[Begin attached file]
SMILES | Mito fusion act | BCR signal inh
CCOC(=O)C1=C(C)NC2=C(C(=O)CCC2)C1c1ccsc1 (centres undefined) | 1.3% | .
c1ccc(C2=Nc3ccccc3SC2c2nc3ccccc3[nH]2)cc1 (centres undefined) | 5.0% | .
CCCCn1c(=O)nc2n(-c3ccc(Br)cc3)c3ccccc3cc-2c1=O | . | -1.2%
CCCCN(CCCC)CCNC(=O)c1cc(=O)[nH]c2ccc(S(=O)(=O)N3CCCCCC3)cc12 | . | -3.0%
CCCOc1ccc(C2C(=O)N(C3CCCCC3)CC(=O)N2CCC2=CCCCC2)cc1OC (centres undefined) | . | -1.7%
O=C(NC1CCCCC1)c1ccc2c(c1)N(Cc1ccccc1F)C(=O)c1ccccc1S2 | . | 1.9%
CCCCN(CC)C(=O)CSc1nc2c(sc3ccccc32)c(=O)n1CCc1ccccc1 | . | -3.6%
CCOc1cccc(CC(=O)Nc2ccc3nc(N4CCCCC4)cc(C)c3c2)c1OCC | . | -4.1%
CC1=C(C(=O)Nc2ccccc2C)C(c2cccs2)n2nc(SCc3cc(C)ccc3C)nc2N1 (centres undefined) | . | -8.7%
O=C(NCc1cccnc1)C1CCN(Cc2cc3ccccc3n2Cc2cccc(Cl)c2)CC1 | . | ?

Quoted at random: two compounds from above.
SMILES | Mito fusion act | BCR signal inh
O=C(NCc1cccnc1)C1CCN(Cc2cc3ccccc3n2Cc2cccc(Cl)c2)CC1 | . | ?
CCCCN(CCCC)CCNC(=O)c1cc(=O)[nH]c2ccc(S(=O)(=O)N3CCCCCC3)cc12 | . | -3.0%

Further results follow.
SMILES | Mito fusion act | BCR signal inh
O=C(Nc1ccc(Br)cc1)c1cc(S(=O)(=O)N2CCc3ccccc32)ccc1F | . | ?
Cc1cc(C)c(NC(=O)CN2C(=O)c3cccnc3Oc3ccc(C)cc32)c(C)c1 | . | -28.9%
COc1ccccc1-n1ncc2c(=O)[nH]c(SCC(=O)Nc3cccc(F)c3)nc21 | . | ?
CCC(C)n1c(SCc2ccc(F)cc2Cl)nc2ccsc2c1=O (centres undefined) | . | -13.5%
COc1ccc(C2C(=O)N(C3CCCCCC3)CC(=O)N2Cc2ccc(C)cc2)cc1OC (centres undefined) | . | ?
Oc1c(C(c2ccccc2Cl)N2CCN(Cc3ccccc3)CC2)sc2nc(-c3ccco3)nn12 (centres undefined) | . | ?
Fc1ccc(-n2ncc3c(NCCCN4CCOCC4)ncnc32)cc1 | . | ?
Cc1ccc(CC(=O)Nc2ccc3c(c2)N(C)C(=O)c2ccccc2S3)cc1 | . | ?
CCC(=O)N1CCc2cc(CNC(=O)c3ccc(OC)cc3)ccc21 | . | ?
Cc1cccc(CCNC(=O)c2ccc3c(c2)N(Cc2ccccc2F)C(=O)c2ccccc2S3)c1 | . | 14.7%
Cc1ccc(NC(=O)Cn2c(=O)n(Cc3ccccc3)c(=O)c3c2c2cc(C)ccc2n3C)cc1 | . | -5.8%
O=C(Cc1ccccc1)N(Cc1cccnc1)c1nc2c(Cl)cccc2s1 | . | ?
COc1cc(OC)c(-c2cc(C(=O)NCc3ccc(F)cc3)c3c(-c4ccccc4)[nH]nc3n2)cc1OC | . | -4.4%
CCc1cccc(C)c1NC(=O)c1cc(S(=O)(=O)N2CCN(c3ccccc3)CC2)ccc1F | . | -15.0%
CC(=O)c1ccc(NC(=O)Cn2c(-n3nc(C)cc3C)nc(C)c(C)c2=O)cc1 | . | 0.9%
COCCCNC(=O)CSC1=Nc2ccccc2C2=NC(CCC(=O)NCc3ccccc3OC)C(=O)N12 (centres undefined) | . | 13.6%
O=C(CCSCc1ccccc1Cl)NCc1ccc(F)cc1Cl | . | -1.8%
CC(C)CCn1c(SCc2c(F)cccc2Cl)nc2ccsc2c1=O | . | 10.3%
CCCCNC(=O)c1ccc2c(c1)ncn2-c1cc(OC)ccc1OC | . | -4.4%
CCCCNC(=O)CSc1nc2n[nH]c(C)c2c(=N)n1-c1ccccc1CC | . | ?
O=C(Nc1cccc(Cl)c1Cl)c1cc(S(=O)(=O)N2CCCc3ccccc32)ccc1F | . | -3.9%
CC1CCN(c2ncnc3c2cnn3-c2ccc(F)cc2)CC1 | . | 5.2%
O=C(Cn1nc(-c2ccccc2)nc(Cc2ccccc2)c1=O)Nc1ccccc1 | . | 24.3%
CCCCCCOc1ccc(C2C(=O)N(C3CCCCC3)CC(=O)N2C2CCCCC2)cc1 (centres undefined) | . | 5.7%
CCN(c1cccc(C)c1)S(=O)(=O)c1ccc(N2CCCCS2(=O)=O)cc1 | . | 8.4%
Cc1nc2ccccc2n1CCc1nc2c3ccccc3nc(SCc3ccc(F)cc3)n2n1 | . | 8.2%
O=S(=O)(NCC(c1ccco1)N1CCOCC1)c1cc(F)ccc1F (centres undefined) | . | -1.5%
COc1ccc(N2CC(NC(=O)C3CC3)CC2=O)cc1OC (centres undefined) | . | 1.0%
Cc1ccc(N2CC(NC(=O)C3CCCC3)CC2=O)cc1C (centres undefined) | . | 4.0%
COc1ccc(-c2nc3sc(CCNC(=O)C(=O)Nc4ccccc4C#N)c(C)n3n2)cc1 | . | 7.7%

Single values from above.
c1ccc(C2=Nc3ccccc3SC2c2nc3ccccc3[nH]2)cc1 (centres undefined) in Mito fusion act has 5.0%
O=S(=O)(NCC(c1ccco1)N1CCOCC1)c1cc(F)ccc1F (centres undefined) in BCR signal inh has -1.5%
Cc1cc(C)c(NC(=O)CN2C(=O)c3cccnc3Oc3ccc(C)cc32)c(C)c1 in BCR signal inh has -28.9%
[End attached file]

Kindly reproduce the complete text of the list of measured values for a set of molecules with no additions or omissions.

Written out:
SMILES | Mito fusion act | BCR signal inh
CCOC(=O)C1=C(C)NC2=C(C(=O)CCC2)C1c1ccsc1 (centres undefined) | 1.3% | .
c1ccc(C2=Nc3ccccc3SC2c2nc3ccccc3[nH]2)cc1 (centres undefined) | 5.0% | .
CCCCn1c(=O)nc2n(-c3ccc(Br)cc3)c3ccccc3cc-2c1=O | . | -1.2%
CCCCN(CCCC)CCNC(=O)c1cc(=O)[nH]c2ccc(S(=O)(=O)N3CCCCCC3)cc12 | . | -3.0%
CCCOc1ccc(C2C(=O)N(C3CCCCC3)CC(=O)N2CCC2=CCCCC2)cc1OC (centres undefined) | . | -1.7%
O=C(NC1CCCCC1)c1ccc2c(c1)N(Cc1ccccc1F)C(=O)c1ccccc1S2 | . | 1.9%
CCCCN(CC)C(=O)CSc1nc2c(sc3ccccc32)c(=O)n1CCc1ccccc1 | . | -3.6%
CCOc1cccc(CC(=O)Nc2ccc3nc(N4CCCCC4)cc(C)c3c2)c1OCC | . | -4.1%
CC1=C(C(=O)Nc2ccccc2C)C(c2cccs2)n2nc(SCc3cc(C)ccc3C)nc2N1 (centres undefined) | . | -8.7%
O=C(NCc1cccnc1)C1CCN(Cc2cc3ccccc3n2Cc2cccc(Cl)c2)CC1 | . | ?

Quoted at random: two compounds from above.
SMILES | Mito fusion act | BCR signal inh
O=C(NCc1cccnc1)C1CCN(Cc2cc3ccccc3n2Cc2cccc(Cl)c2)CC1 | . | ?
CCCCN(CCCC)CCNC(=O)c1cc(=O)[nH]c2ccc(S(=O)(=O)N3CCCCCC3)cc12 | . | -3.0%

Further results follow.
SMILES | Mito fusion act | BCR signal inh
O=C(Nc1ccc(Br)cc1)c1cc(S(=O)(=O)N2CCc3ccccc32)ccc1F | . | ?
Cc1cc(C)c(NC(=O)CN2C(=O)c3cccnc3Oc3ccc(C)cc32)c(C)c1 | . | -28.9%
COc1ccccc1-n1ncc2c(=O)[nH]c(SCC(=O)Nc3cccc(F)c3)nc21 | . | ?
CCC(C)n1c(SCc2ccc(F)cc2Cl)nc2ccsc2c1=O (centres undefined) | . | -13.5%
COc1ccc(C2C(=O)N(C3CCCCCC3)CC(=O)N2Cc2ccc(C)cc2)cc1OC (centres undefined) | . | ?
Oc1c(C(c2ccccc2Cl)N2CCN(Cc3ccccc3)CC2)sc2nc(-c3ccco3)nn12 (centres undefined) | . | ?
Fc1ccc(-n2ncc3c(NCCCN4CCOCC4)ncnc32)cc1 | . | ?
Cc1ccc(CC(=O)Nc2ccc3c(c2)N(C)C(=O)c2ccccc2S3)cc1 | . | ?
CCC(=O)N1CCc2cc(CNC(=O)c3ccc(OC)cc3)ccc21 | . | ?
Cc1cccc(CCNC(=O)c2ccc3c(c2)N(Cc2ccccc2F)C(=O)c2ccccc2S3)c1 | . | 14.7%
Cc1ccc(NC(=O)Cn2c(=O)n(Cc3ccccc3)c(=O)c3c2c2cc(C)ccc2n3C)cc1 | . | -5.8%
O=C(Cc1ccccc1)N(Cc1cccnc1)c1nc2c(Cl)cccc2s1 | . | ?
COc1cc(OC)c(-c2cc(C(=O)NCc3ccc(F)cc3)c3c(-c4ccccc4)[nH]nc3n2)cc1OC | . | -4.4%
CCc1cccc(C)c1NC(=O)c1cc(S(=O)(=O)N2CCN(c3ccccc3)CC2)ccc1F | . | -15.0%
CC(=O)c1ccc(NC(=O)Cn2c(-n3nc(C)cc3C)nc(C)c(C)c2=O)cc1 | . | 0.9%
COCCCNC(=O)CSC1=Nc2ccccc2C2=NC(CCC(=O)NCc3ccccc3OC)C(=O)N12 (centres undefined) | . | 13.6%
O=C(CCSCc1ccccc1Cl)NCc1ccc(F)cc1Cl | . | -1.8%
CC(C)CCn1c(SCc2c(F)cccc2Cl)nc2ccsc2c1=O | . | 10.3%
CCCCNC(=O)c1ccc2c(c1)ncn2-c1cc(OC)ccc1OC | . | -4.4%
CCCCNC(=O)CSc1nc2n[nH]c(C)c2c(=N)n1-c1ccccc1CC | . | ?
O=C(Nc1cccc(Cl)c1Cl)c1cc(S(=O)(=O)N2CCCc3ccccc32)ccc1F | . | -3.9%
CC1CCN(c2ncnc3c2cnn3-c2ccc(F)cc2)CC1 | . | 5.2%
O=C(Cn1nc(-c2ccccc2)nc(Cc2ccccc2)c1=O)Nc1ccccc1 | . | 24.3%
CCCCCCOc1ccc(C2C(=O)N(C3CCCCC3)CC(=O)N2C2CCCCC2)cc1 (centres undefined) | . | 5.7%
CCN(c1cccc(C)c1)S(=O)(=O)c1ccc(N2CCCCS2(=O)=O)cc1 | . | 8.4%
Cc1nc2ccccc2n1CCc1nc2c3ccccc3nc(SCc3ccc(F)cc3)n2n1 | . | 8.2%
O=S(=O)(NCC(c1ccco1)N1CCOCC1)c1cc(F)ccc1F (centres undefined) | . | -1.5%
COc1ccc(N2CC(NC(=O)C3CC3)CC2=O)cc1OC (centres undefined) | . | 1.0%
Cc1ccc(N2CC(NC(=O)C3CCCC3)CC2=O)cc1C (centres undefined) | . | 4.0%
COc1ccc(-c2nc3sc(CCNC(=O)C(=O)Nc4ccccc4C#N)c(C)n3n2)cc1 | . | 7.7%

Single values from above.
c1ccc(C2=Nc3ccccc3SC2c2nc3ccccc3[nH]2)cc1 (centres undefined) in Mito fusion act has 5.0%
O=S(=O)(NCC(c1ccco1)N1CCOCC1)c1cc(F)ccc1F (centres undefined) in BCR signal inh has -1.5%
Cc1cc(C)c(NC(=O)CN2C(=O)c3cccnc3Oc3ccc(C)cc32)c(C)c1 in BCR signal inh has -28.9%